It seems like just last week that the Democrats, fresh off their famous victories in Virginia and Alabama, were confidently predicting a “blue wave” of electoral success this fall, retaking the House and even the Senate, in order to get on with their real legislative business: the impeachment and conviction of President Donald J. Trump. Hey, wait a minute — it was just last week!
I threw some cold water on that notion in this piece, and am happy to do so again today:
Republicans are feeling better about their prospects in the midterm elections, buoyed by recent polls that show their numbers improving. An ebullient President Trump touted the shift in public sentiment reflected in recent polls during a joint Senate-House Republican retreat in West Virginia this week.
“I just looked at some numbers, you’ve even done better than you thought,” Trump told lawmakers, citing poll numbers he discussed Thursday with National Republican Congressional Committee (NRCC) Chairman Steve Stivers (R-Ohio). “The numbers are pretty good and that’s one example of how things are getting better,” Stivers told reporters after discussing polling numbers with Trump.
Stivers said the bump in Trump’s approval rating is a good sign for Republicans running for reelection. “No president in their second year has seen their approval rating go up except now this one,” Stivers noted. GOP lawmakers discussed the favorable turn in poll numbers during their retreat.
Well, we’ll see. But given the fact that the Senate deck is really stacked against them, it’s very difficult to see how the Left can win back the upper chamber this cycle. Meanwhile, in the House, redistricting has worked in the favor of the Republicans, primarily via their control of the majority of state houses and state legislatures across the country. The Democrats, naturally, are already whining about “gerrymandering,” which is otherwise known as “empowerment” via the creation of “majority-minority” districts, but somehow evil when the GOP does it.
Here, for example, is the district currently represented by Luis Gutierrez (D., Puerto Rico), the Illinois congressman who left the State of the Union address last week as the members were chanting, “USA, USA” —
Why the shift? For one thing, the effects of the GOP tax plan are starting to kick in, and while the stock market (which roots against America as often as it roots for it) had a huge course correction on profit-taking last week, the other economic indices are soaring, including employment, bonuses, repatriation of capital, and infrastructure investment. The Democrats may sneer at the story of a worker who’s only seen a buck and a half increase in his paycheck so far, but I got one of those class-action checks in the mail last week, for the princely sum of $1, and I plan to cash it. The plutocratic Democrats, whose numbers include San Franciscans Dianne Feinstein and Nancy Pelosi, sniff at such lowly sums, but it never seems to occur to them that it’s not so much the amount that counts as the fact of the increase itself.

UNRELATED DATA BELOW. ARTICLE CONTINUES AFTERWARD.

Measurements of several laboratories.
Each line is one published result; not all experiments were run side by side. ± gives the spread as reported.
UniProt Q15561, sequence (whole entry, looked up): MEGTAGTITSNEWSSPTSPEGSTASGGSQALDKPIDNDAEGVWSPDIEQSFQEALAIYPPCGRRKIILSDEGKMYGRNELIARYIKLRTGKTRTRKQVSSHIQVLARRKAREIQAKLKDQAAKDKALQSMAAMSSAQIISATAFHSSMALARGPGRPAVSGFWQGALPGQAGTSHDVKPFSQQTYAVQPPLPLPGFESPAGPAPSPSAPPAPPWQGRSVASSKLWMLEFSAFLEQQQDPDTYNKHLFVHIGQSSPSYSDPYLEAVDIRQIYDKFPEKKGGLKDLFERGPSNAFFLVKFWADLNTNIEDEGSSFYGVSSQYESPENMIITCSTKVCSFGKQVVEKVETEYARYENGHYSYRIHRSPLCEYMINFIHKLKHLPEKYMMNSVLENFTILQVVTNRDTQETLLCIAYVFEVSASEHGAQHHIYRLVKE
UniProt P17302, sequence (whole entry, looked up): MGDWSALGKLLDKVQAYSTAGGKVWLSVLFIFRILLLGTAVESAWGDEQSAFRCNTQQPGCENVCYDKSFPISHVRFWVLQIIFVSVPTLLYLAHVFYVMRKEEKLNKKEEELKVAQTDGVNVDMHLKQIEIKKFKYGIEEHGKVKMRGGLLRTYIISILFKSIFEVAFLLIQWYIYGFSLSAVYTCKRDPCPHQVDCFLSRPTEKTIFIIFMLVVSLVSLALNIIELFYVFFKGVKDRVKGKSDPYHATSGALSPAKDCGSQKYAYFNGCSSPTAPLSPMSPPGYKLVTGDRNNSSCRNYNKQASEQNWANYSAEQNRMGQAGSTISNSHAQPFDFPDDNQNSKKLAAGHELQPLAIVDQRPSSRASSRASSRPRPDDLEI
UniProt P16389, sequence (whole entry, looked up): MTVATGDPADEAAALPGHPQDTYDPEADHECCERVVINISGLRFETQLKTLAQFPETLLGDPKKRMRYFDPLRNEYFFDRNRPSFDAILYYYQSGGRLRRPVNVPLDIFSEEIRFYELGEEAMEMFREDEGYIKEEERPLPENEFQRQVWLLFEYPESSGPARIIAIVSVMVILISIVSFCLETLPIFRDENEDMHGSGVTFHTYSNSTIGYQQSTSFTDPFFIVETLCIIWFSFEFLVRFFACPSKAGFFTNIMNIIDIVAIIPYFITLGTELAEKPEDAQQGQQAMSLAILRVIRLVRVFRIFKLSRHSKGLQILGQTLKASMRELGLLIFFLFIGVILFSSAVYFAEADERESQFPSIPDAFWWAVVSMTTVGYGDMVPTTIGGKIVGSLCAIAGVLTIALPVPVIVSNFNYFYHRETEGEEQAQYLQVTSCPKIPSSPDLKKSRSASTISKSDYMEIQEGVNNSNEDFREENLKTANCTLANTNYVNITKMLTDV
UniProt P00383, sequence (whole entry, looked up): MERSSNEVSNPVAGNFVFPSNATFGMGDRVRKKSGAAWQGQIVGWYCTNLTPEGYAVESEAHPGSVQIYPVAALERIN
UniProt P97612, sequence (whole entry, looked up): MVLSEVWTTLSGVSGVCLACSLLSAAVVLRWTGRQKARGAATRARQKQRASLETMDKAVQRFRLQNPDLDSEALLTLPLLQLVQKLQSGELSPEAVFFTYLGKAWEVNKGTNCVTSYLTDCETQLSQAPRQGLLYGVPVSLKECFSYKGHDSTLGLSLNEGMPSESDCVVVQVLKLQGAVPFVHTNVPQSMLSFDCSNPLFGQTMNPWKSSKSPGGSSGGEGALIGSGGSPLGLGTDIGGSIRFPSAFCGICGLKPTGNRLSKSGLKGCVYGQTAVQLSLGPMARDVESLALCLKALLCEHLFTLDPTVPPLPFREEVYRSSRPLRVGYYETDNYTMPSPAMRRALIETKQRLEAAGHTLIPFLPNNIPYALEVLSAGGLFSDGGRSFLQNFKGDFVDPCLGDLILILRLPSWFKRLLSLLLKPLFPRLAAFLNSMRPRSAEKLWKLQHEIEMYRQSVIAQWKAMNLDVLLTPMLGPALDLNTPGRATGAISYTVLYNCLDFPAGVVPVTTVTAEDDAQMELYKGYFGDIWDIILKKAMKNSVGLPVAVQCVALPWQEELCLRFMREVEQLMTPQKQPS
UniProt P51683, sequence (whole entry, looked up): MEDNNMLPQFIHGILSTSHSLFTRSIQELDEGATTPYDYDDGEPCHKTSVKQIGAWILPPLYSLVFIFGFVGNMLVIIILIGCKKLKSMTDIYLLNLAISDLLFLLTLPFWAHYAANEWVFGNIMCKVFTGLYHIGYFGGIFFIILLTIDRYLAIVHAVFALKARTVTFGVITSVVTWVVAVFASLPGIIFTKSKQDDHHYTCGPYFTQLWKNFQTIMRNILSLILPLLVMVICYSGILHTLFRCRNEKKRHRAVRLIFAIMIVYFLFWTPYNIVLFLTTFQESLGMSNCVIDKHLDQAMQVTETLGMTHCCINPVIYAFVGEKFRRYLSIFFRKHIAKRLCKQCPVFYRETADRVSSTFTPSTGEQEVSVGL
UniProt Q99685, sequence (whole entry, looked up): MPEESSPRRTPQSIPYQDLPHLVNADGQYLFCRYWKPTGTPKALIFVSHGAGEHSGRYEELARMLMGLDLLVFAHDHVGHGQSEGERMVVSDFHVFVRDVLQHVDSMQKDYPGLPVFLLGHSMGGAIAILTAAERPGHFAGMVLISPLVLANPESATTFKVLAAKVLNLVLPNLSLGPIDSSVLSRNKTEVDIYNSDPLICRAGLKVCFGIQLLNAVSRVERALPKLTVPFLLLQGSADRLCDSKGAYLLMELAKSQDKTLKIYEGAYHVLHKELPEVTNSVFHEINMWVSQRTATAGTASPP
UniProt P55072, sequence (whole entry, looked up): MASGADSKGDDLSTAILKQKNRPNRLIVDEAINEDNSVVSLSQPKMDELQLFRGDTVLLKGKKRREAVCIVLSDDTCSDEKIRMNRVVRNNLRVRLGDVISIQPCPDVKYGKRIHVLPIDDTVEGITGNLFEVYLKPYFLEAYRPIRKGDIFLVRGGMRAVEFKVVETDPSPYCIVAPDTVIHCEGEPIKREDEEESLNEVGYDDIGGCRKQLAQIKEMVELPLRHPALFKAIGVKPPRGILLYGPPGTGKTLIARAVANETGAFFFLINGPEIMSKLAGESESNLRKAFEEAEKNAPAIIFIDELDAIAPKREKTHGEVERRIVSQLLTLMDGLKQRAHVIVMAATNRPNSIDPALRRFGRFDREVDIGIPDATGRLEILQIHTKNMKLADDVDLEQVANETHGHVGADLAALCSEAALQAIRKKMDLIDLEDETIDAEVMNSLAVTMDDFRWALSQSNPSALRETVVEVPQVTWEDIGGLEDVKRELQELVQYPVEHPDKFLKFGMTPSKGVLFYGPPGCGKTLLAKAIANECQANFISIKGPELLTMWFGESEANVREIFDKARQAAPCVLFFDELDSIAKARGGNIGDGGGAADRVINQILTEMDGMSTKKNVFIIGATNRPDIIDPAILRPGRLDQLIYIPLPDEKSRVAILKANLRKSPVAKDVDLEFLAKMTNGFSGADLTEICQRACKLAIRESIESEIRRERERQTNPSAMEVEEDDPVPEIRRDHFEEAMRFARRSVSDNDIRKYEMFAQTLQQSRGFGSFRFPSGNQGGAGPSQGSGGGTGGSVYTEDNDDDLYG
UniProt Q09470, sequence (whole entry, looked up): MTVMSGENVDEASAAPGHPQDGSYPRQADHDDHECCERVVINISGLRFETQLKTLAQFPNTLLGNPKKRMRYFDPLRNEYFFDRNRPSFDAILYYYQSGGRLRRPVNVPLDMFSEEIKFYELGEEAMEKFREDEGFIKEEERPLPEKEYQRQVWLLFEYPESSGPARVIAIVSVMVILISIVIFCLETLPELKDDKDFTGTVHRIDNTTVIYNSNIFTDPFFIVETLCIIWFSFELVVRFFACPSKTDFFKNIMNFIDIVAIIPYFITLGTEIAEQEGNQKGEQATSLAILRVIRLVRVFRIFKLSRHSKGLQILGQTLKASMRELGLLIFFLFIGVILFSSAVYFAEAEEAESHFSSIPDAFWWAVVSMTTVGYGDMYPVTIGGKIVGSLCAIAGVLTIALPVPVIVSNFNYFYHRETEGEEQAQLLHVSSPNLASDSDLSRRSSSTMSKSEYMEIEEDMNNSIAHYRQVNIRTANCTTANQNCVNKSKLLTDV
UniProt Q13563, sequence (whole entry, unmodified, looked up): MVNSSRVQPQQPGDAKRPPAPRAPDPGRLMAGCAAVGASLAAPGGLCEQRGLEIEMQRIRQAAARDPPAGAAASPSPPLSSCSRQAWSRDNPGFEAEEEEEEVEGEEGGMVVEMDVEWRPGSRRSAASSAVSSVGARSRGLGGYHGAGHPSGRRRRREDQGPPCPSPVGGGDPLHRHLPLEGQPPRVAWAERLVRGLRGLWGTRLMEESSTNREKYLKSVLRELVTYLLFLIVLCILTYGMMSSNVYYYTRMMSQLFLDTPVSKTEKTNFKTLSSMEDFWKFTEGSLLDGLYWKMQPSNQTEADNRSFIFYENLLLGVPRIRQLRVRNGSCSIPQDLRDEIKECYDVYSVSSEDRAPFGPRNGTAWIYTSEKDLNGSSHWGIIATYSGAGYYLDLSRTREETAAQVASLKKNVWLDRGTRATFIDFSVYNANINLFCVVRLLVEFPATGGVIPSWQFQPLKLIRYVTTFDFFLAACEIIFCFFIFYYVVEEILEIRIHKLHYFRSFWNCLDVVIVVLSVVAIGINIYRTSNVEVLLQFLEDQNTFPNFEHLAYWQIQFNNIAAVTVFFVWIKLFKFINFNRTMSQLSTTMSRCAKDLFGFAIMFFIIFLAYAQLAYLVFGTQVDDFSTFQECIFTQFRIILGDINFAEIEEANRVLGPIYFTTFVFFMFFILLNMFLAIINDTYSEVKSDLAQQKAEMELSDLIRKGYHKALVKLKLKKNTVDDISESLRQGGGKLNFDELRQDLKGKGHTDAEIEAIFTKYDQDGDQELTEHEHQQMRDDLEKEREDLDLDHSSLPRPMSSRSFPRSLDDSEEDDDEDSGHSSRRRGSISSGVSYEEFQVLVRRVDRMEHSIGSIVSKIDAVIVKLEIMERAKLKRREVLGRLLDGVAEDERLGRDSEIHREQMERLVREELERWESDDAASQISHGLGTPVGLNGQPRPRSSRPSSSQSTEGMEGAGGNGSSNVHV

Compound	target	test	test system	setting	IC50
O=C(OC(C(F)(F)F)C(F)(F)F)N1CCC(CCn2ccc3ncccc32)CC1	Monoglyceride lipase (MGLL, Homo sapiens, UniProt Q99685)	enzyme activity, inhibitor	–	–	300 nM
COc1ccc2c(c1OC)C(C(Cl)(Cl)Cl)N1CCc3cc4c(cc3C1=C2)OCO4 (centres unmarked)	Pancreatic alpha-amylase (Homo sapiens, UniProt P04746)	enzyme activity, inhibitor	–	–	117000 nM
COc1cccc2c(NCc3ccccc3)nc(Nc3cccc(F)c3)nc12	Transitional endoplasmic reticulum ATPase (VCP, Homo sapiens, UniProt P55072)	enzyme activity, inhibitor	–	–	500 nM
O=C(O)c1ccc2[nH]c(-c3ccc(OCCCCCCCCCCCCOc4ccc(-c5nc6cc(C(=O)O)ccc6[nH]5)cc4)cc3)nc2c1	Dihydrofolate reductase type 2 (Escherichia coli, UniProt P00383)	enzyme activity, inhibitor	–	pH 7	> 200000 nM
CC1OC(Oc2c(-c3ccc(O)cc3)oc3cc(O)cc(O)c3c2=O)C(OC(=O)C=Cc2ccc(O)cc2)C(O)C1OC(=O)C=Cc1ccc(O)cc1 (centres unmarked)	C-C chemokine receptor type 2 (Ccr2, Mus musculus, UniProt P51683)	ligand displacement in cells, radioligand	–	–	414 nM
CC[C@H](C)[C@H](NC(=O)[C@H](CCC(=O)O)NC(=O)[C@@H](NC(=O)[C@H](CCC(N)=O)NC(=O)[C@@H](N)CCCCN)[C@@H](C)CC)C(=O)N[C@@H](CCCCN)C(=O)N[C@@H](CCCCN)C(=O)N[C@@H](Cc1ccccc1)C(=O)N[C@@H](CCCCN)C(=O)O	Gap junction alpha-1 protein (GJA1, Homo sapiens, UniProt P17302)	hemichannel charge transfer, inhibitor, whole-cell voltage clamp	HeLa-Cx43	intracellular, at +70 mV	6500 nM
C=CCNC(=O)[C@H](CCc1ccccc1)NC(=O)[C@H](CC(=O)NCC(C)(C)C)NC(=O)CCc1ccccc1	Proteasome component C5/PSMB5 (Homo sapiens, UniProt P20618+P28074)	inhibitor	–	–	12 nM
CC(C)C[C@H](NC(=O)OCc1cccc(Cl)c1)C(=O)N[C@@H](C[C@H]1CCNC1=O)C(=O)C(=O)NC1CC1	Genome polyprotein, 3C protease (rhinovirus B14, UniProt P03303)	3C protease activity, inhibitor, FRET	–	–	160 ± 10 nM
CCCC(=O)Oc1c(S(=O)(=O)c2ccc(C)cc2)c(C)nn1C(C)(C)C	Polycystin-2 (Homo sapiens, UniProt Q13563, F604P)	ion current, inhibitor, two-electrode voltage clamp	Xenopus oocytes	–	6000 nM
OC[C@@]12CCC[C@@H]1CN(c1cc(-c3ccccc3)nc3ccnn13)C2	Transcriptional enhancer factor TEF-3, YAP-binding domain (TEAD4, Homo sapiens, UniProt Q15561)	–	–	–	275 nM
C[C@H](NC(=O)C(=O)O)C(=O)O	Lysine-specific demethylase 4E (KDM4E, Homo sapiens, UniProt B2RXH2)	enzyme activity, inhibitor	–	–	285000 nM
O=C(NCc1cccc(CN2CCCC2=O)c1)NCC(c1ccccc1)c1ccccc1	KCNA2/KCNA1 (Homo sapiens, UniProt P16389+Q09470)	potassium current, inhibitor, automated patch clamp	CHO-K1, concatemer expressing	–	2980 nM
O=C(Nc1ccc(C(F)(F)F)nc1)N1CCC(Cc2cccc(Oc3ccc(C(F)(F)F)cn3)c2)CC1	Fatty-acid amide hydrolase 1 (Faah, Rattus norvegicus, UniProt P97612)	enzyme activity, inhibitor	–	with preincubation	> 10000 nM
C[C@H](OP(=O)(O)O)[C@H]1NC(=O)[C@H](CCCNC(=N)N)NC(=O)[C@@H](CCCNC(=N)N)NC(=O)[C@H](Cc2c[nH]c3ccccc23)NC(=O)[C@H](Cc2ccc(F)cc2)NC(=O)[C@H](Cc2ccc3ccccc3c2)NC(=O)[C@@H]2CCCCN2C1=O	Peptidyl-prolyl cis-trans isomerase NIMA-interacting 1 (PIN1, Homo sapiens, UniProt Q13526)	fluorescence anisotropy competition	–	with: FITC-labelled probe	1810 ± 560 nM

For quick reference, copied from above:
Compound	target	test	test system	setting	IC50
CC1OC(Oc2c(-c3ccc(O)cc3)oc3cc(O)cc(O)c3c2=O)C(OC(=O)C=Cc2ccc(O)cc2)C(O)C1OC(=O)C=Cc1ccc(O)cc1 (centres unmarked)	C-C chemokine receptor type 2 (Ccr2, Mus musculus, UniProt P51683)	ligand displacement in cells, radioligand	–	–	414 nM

The polling shift is reflected in the generic ballot question — would you vote for anonymous Democrat X or anonymous Republican Y? But nobody votes for Anonymous, and while a number of prominent GOP congressmen have announced their retirements, the fact remains that we still have 435 separate House elections every two years, and those races are largely decided by local issues, not by whether the candidate will vote to impeach a sitting president. As the GOP learned during the Clinton impeachment, Americans don’t much like their choice at the ballot box overturned by Congress or the courts, no matter which candidate they voted for.
The generic ballot question, which asks respondents if they would be more likely to vote for a Democratic or Republican candidate in their own district, is considered an indicator of future wave elections. A Reuters/Ipsos poll released Wednesday showed that Trump’s approval rating has ticked up in the past week. Another Reuters/Ipsos poll shows voters think Republicans have a better plan for jobs and employment than Democrats, by a margin of 37.6 percent to 27.8 percent.
A Democratic wave looked all but inevitable two months ago. Some in the party were talking in mid-December about a 40-seat pickup, but a tsunami of that magnitude now looks much less likely. Rep. Greg Walden (R-Ore.), a former NRCC chairman, said the environment is looking “much better” for his party compared to two months ago. “I think you’re seeing all the data improve,” Walden said.
Yes, everything can, and most likely will, change. But the Democrats’ geriatric leadership and their Baby Boomer allies in the media have thrown everything they have against Trump, and so far have only succeeded in embarrassing themselves and corrupting mainstream journalism beyond repair. They’ve never grasped that Americans didn’t vote for Trump the man as much as for Trump the outsider and disrupter: they want Washington brought to heel, and there is almost nothing Trump could say or do — except not deliver — that will turn them against him. It’s not the man, it’s the movement.
After eight years in the Obama Slough of Despond, that’s the message the GOP needs to keep delivering.
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